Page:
Tacos and Tiaras at the Robert Klein Gallery
The Robert Klein Gallery has a current offering of dual exhibitions that are delicious in more ways than one. The unlikely pairing of Jim Dow’s Taco Trucks, Taquerías, and Carritos and WOMEN IN CLOTHES: 20th Century Fashion Photographers: Horst P. Horst, Yousuf Karsh, William Klein, Gordon Parks, Irving Penn, Man Ray is a humorous aligning of a culture of eating and a culture of not eating. For me personally, what’s better than imaging a delicious taco while fantasizing about fashion in the ’50s? Food plus Fashion=Heaven. Both exhibitions run through September 12th.
The exhibition Taco Trucks, Tacquerias, and Carritos reflects a ten-year capture of a wide variety of Latin American food stands, cultural standbys whose goods are, for many, a daily staple. Ranging from utilitarian, unadorned carts to trucks laden with neon signs, the establishments in these photographs are run by native Spanish speakers. These businesses are not run by celebrity chefs, they do not follow gastronomic trends, and only a few of them post their locations on Twitter. It is these qualities that bring Dow’s subject matter to life: as he writes in his 2011 book American Studies, these are “mom-and-pop shops, vehicles of dreams, carrying the weight of a whole family’s aspirations for financial success.”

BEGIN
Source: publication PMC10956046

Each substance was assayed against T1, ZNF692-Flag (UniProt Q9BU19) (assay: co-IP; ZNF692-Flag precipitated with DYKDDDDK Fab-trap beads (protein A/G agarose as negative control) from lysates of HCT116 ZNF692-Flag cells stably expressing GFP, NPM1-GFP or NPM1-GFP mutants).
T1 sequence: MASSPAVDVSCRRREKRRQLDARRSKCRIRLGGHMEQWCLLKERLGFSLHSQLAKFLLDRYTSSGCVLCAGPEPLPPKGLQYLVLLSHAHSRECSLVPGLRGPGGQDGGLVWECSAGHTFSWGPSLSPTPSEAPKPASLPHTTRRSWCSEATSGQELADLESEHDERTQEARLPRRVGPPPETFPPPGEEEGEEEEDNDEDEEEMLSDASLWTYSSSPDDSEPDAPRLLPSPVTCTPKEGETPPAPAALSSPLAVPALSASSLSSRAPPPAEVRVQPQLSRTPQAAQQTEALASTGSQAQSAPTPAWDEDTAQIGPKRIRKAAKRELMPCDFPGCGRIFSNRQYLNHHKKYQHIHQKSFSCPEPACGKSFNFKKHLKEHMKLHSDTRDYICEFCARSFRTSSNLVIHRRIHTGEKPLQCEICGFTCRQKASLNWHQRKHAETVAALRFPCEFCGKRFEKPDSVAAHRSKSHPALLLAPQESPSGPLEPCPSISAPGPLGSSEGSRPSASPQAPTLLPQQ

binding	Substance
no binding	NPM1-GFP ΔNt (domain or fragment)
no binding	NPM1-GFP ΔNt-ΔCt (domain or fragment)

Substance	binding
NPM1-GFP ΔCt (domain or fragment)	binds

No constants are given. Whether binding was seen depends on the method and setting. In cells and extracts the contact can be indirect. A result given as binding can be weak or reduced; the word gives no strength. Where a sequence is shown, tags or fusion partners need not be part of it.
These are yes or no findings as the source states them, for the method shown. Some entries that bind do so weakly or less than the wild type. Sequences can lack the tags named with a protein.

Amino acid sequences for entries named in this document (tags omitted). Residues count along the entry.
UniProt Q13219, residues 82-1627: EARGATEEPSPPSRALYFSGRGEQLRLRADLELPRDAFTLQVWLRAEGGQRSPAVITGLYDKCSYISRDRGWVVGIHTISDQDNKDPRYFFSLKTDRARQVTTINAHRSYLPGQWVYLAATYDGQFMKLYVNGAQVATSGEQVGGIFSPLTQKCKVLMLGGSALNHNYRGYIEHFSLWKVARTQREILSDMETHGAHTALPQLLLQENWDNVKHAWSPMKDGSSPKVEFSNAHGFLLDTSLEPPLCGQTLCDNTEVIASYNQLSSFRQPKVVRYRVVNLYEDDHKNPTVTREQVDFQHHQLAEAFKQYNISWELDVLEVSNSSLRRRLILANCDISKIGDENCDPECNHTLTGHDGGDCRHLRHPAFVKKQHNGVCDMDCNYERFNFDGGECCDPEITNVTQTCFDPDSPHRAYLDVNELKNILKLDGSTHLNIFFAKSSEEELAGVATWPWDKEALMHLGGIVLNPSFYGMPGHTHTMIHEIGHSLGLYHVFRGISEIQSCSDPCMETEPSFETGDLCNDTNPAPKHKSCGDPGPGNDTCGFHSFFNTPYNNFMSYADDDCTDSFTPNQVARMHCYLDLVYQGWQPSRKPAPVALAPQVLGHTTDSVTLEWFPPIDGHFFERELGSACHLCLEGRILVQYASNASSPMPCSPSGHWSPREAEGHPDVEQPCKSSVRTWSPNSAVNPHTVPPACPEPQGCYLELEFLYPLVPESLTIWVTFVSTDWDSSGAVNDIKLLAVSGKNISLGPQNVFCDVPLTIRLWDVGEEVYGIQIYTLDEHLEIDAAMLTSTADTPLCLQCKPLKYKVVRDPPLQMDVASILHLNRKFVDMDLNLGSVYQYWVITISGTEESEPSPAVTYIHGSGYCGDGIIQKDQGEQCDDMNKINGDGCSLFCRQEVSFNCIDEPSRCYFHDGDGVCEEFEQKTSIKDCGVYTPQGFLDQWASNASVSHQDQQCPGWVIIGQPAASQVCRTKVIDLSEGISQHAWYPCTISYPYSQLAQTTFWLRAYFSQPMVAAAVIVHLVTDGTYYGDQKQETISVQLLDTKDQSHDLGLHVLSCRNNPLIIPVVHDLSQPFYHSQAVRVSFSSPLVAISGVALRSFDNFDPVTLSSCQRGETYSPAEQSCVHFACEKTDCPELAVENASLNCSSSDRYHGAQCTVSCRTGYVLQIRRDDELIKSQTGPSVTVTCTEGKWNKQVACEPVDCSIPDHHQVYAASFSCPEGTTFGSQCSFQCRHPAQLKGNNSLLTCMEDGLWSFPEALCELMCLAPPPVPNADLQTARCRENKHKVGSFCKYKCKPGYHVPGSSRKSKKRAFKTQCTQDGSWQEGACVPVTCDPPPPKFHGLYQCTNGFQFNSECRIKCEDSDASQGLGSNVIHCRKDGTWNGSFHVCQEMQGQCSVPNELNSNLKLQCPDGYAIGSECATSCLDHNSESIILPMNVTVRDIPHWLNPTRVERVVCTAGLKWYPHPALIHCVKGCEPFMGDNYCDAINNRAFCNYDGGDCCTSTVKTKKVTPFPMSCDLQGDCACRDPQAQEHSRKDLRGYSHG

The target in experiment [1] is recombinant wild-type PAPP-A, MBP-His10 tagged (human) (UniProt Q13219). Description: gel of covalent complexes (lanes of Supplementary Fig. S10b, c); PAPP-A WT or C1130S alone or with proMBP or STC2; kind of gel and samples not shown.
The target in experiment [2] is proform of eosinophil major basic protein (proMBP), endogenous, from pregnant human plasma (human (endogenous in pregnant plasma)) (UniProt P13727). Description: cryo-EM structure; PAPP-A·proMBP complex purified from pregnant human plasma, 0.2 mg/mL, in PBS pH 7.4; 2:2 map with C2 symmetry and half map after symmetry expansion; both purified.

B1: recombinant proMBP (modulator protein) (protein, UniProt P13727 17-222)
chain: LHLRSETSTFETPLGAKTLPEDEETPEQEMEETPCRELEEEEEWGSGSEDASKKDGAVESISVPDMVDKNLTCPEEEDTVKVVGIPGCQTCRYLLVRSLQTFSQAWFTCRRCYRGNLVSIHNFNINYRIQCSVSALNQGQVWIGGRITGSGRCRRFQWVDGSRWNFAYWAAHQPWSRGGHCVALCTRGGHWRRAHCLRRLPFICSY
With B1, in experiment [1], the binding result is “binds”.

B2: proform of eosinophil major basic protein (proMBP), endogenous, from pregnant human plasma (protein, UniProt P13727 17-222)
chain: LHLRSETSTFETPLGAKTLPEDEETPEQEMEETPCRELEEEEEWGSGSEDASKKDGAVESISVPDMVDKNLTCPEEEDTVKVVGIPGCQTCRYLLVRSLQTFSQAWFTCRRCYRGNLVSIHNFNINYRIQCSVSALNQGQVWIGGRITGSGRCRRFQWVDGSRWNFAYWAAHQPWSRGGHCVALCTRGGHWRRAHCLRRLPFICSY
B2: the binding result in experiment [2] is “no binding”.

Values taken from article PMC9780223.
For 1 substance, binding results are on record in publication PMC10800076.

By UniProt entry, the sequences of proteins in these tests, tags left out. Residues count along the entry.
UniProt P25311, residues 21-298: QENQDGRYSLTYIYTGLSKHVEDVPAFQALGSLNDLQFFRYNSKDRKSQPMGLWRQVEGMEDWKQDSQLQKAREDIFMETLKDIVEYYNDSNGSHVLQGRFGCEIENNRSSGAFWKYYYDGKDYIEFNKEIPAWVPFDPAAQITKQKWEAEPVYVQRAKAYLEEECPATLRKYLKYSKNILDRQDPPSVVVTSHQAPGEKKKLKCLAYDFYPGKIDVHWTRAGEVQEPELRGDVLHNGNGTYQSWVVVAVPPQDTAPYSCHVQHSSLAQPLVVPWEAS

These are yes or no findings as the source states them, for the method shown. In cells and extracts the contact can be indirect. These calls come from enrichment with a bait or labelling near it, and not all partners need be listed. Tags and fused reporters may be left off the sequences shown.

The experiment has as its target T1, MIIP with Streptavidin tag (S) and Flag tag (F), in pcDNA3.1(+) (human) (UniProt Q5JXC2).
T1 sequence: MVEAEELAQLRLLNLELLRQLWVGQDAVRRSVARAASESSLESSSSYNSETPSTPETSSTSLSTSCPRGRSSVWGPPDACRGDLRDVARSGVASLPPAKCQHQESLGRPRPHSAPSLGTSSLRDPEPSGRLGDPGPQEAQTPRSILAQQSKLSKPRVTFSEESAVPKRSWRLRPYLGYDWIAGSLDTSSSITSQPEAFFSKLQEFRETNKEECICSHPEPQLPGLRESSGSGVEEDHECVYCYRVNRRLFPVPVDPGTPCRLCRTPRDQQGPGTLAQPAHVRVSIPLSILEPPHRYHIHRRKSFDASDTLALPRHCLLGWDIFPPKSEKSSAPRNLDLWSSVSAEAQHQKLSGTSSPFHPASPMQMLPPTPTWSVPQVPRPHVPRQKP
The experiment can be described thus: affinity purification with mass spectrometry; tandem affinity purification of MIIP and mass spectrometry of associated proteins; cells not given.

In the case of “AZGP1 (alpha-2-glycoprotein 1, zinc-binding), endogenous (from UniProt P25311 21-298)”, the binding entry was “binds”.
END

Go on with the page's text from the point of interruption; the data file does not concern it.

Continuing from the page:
Jim Dow has written:
From an antojito purchased in Mexico City to a zapiekanka in Warsaw, street food is cheap, varied, filling, and often good. Frequently the formula is a wrap made from flour (bread, pita, tortilla, etc.) that encloses inexpensive, often marinated, meat; occasionally cheese; and always spices and garnishes. For some, it is a fast way to stave off hunger pangs on the way to something else. For others, it is a nutritional must, consumed in haste before returning to toil. A 2007 report from the Food and Agriculture Organization of the United Nations claimed that 2.5 billion people across the world eat food from stands, carts, and trucks on a daily basis.
In the United States, the taco truck, or lonchera, has become a symbol of a quick meal with an unequivocal taste and a means of assimilation and upward mobility. The men and women who staff the trucks have to deal with strict codes that enforce their movement; to flourish, their locations must be consistent and their arrival at an appointed spot timed to the minute. Yet after closing they become part of a fleet of gastronomic undead, a mobile diaspora rushing back to parking lots to safely squirrel away the vehicles of their economic dreams.